MRF launches new proposal: media to declare revenue from EU projects and loans
Media financed by grants are distorting the market picture, says MP Yordan TsonevEuropost , Sofia
All media are to declare funds received under EU projects and from bank loans. These are the amendments prepared by the Movement for Rights and Freedoms (MRF) that will be introduced between the first and second reading of the draft bill on the mandatory deposit of print and other materials act. This transpired from the commentary on the act by MRF MP Yordan Tsonev for the Bulgarian National Radio.
The act is aimed at bringing to light the media owners and their financial sources. The amendments worked out by our publisher and MP Delyan Peevski and his colleagues from the MRF faction Yordan Tsonev, Hamid Hamid and Velislava Krasteva were adopted by the National Assembly after first reading a week ago.
“Now we are preparing amendments that will enhance transparency. They will include media crediting and financing under specific projects (be they provided by the state or EU funds) as well as gratuitous financing and grants. All in all, we call for transparency of the entire process of media ownership, creation and distribution. Currently we are thinking over how to make this process transparent and spread this rule over the e-media too”, Tsonev commented his point.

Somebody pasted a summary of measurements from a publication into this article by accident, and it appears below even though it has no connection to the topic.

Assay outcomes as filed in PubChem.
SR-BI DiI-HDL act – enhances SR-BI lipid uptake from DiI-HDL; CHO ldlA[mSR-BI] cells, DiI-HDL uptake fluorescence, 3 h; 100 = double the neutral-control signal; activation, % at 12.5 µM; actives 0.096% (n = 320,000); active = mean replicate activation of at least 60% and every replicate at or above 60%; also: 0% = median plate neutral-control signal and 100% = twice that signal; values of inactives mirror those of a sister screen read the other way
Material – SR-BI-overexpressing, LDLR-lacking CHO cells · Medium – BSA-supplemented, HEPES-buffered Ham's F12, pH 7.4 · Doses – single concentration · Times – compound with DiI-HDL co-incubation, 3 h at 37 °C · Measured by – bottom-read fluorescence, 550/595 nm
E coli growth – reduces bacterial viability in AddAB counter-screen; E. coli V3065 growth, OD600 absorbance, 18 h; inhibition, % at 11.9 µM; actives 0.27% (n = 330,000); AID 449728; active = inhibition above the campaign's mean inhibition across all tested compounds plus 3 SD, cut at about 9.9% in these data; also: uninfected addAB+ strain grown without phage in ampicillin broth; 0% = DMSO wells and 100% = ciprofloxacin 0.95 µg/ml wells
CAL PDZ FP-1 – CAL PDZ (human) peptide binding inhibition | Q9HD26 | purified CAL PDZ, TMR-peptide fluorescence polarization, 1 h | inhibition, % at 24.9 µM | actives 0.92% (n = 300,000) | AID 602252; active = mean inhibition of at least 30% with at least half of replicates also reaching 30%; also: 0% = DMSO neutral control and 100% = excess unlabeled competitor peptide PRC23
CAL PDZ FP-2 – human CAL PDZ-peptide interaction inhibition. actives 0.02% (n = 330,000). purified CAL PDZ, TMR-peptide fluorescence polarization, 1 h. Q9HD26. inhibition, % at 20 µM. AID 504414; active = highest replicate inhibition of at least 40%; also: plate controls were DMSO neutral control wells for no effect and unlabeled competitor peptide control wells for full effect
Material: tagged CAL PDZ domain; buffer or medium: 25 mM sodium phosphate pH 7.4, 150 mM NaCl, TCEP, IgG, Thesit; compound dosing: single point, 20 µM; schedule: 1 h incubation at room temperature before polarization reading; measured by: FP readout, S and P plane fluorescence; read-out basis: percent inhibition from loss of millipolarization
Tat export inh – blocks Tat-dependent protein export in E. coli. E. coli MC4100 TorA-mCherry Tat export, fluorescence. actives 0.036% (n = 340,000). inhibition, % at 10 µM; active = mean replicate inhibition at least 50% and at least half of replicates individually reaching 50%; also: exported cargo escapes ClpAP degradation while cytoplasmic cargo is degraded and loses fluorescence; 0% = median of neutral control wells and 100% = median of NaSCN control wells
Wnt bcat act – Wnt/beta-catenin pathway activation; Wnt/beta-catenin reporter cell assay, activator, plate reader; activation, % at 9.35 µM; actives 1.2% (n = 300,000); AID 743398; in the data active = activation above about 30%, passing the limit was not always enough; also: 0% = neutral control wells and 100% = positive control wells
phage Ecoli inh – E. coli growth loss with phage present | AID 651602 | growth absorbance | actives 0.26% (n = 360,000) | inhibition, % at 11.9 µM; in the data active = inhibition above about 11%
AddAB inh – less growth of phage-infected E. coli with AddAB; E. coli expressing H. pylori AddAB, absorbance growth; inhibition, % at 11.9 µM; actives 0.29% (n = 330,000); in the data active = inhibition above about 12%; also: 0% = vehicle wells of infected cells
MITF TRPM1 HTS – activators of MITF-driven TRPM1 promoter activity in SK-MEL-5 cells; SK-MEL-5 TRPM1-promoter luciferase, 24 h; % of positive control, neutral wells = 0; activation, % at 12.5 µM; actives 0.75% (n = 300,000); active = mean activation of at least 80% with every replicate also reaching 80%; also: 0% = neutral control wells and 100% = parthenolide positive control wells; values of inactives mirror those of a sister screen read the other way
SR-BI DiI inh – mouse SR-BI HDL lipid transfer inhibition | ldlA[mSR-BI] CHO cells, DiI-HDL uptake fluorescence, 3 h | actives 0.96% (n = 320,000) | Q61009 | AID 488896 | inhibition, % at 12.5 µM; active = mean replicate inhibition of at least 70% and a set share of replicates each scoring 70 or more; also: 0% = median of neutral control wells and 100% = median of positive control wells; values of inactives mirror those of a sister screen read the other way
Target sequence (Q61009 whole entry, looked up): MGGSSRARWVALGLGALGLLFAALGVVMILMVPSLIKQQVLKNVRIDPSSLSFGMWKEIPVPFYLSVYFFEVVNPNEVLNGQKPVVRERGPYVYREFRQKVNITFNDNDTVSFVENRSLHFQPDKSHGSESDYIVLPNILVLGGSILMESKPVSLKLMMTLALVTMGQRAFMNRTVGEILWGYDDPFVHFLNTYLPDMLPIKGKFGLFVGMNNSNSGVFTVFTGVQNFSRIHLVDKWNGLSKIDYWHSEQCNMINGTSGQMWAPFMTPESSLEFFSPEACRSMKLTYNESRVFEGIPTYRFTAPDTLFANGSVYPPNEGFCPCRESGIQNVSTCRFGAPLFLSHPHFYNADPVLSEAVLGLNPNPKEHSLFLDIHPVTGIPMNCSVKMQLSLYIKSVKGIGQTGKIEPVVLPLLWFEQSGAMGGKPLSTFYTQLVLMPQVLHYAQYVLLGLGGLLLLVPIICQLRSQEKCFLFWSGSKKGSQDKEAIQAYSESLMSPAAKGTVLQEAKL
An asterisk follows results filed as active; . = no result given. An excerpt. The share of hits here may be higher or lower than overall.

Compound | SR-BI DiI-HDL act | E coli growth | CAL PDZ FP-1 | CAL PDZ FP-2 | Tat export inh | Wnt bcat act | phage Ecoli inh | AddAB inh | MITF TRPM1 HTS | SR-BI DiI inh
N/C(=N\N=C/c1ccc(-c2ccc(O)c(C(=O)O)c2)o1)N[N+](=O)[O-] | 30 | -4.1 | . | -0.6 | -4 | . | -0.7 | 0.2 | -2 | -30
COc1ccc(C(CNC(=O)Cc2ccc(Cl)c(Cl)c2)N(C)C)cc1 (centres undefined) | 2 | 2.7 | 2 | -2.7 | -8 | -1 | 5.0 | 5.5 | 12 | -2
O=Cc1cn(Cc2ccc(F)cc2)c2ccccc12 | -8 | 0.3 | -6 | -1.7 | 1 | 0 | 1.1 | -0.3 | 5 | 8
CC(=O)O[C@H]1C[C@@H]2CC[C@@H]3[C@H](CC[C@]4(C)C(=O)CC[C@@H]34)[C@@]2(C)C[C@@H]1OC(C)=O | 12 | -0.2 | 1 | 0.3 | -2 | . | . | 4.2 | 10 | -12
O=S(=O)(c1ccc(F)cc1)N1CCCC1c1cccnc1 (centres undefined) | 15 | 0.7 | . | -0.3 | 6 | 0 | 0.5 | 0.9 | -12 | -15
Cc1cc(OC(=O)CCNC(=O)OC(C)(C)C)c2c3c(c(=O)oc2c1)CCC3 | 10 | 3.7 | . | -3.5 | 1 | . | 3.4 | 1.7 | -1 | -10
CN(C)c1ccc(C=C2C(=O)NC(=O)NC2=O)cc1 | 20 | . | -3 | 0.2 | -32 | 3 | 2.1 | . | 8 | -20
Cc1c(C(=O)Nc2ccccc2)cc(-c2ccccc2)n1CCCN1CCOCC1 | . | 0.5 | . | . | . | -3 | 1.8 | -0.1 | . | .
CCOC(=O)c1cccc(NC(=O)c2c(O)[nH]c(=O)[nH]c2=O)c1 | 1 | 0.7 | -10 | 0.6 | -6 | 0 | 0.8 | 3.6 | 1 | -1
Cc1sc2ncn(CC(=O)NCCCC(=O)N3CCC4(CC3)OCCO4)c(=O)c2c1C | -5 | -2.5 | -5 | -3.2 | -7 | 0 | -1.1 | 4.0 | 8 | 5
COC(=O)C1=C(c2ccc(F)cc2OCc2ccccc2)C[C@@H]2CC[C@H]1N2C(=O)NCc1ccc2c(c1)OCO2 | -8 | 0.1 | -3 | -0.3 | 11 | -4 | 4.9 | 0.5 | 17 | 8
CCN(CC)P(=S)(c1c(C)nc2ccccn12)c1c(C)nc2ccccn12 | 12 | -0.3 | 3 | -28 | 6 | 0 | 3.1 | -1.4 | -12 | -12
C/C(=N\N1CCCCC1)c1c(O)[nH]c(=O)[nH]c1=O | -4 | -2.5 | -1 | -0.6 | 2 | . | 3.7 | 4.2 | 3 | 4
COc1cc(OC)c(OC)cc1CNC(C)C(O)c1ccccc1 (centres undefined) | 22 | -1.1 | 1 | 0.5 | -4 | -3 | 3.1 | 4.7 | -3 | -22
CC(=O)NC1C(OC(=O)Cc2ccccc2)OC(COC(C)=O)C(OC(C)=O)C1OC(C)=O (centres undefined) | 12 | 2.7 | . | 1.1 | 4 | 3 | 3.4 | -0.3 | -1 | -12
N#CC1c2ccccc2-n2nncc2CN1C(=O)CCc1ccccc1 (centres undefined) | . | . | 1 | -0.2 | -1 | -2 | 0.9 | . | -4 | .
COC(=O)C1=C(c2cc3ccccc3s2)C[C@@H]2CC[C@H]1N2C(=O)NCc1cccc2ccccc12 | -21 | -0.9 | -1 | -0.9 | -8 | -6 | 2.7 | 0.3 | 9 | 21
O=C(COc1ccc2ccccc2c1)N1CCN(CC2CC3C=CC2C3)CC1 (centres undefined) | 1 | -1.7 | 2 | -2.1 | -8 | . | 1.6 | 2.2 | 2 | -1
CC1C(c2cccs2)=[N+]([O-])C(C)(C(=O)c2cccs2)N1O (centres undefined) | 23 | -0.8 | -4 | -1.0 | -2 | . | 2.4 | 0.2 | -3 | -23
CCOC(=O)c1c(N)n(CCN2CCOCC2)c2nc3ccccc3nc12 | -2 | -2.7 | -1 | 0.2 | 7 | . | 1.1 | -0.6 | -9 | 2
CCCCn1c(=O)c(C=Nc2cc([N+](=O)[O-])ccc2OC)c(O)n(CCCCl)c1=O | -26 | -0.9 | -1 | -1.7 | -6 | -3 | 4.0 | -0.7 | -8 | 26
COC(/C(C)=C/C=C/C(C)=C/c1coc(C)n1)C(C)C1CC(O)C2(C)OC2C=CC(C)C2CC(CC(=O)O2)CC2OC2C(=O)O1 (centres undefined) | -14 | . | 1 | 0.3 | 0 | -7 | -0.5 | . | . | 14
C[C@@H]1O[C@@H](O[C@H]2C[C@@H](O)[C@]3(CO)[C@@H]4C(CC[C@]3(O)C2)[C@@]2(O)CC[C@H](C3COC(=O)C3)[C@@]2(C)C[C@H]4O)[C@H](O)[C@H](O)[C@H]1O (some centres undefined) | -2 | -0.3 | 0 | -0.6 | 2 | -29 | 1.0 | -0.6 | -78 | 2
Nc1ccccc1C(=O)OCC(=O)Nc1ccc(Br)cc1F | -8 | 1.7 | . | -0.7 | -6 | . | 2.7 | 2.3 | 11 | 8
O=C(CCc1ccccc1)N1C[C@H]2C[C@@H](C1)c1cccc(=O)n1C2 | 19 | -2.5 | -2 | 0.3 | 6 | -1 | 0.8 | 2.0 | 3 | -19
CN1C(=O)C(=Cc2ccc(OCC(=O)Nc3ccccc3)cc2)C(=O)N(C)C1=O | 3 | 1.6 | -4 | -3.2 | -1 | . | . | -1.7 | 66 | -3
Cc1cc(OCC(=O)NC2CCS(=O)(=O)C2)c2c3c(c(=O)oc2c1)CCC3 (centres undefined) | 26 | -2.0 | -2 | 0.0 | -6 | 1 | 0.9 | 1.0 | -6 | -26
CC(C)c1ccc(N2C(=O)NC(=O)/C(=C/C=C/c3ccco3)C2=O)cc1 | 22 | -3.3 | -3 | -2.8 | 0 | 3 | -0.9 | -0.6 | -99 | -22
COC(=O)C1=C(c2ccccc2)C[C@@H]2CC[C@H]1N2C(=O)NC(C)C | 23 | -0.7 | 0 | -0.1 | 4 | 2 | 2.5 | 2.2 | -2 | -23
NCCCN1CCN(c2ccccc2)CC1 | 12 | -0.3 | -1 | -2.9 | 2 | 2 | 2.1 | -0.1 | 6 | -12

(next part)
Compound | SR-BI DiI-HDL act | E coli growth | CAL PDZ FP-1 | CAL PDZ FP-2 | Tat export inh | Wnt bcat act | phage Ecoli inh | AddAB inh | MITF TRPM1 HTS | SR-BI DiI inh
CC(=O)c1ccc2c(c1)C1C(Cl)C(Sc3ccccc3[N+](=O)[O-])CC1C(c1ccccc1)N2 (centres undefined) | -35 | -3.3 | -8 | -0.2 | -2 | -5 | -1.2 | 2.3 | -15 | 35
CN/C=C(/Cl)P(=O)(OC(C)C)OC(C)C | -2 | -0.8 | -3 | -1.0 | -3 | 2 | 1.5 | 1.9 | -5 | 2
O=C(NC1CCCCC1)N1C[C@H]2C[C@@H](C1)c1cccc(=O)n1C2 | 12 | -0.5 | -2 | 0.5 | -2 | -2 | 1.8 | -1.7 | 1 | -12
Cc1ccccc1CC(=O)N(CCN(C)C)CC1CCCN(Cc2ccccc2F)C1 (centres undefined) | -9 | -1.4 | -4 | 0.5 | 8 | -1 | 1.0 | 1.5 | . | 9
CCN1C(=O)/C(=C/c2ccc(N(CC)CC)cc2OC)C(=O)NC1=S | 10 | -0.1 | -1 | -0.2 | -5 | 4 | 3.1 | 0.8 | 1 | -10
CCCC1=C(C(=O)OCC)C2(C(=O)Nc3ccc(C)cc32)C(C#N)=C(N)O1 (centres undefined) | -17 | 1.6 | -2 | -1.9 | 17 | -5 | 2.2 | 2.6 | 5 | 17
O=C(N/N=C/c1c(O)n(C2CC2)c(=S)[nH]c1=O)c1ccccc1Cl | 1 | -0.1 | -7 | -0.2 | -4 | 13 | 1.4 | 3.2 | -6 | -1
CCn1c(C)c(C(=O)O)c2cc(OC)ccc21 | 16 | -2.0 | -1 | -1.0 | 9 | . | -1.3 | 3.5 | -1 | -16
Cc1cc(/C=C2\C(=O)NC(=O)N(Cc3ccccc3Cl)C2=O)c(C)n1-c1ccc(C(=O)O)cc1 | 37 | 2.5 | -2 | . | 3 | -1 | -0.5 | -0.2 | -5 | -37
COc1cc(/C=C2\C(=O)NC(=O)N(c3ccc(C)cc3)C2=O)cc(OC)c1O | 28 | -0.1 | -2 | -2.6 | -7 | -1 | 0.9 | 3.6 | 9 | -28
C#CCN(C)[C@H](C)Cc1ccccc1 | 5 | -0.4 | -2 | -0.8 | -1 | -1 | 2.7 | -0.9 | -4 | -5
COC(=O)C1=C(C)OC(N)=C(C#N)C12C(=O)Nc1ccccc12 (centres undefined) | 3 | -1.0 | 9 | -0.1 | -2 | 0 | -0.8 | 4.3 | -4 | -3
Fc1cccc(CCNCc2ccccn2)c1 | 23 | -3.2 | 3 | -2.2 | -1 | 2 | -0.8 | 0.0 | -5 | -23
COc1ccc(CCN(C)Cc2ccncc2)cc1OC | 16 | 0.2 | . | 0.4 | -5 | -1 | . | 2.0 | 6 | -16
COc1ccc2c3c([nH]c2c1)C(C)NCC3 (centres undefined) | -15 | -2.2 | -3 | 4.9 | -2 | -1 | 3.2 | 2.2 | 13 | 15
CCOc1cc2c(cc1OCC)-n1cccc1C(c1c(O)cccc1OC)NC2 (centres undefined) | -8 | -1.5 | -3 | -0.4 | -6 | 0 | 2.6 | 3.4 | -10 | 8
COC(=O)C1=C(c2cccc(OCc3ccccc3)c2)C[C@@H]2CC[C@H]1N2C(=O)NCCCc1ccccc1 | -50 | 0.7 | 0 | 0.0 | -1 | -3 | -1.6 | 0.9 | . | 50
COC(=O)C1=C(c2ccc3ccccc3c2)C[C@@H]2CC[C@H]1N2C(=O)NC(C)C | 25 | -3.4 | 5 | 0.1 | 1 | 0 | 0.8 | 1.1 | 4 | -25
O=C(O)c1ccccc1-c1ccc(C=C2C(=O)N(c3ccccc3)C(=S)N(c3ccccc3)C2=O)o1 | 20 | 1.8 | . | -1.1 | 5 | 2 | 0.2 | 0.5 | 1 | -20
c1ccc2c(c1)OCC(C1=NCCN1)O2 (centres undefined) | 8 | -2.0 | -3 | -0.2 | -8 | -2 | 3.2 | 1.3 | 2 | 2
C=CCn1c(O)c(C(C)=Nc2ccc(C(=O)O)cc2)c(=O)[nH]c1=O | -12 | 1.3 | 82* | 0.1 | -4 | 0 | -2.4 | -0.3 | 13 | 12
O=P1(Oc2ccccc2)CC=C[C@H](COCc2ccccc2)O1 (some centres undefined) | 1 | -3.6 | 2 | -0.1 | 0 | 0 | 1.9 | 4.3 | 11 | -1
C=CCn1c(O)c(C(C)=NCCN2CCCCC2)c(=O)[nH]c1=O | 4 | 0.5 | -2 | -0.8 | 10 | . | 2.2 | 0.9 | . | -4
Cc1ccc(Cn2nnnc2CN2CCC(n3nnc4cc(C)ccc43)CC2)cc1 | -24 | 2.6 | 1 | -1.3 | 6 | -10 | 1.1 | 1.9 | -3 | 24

He further explained that the main characteristic of the media environment is the fact that in recent years the obscure situation creates opportunities for libel and generating fake news.
“We want to put an end to this obscurity. One of our theses is whether there is a monopoly in media distribution. Some maintain that it is Delyan Peevski who holds this monopoly. After the registry is adopted and all data are declared we will see what is the percentage share of each media and how are they financed”, the MP stated.
Tsonev reminded that in recent years the media have made significant progress. Thus a debate was started, especially among the right-wing political specter, about whether there was transparency of ownership, financing and crediting of media in Bulgaria. “It was noteworthy that those who pose this question but abstain from any relevant political project (for instance the Reformist Bloc) did not move a draft bill that would make this ownership absolutely transparent. And as soon as we did it they all of a sudden started criticizing us and vehemently opposed our initiative, he explained.
According to him, it is important to know who is who in the Bulgarian media and its distribution because this illuminates the dependencies of certain journalists and editorial policies. “A businessman may be in politics just like Donald trump is,” he explained and noted that media concentration is in the competence of the Commission for Protection of Competition and should first be ascertained as such. “The law will create prerequisites for media concentration to be ascertained in the case that there is one. Across the world there is no ban for media moguls or businessmen to enter into politics but there should be complete transparency of the process. That is all!” said Tsonev.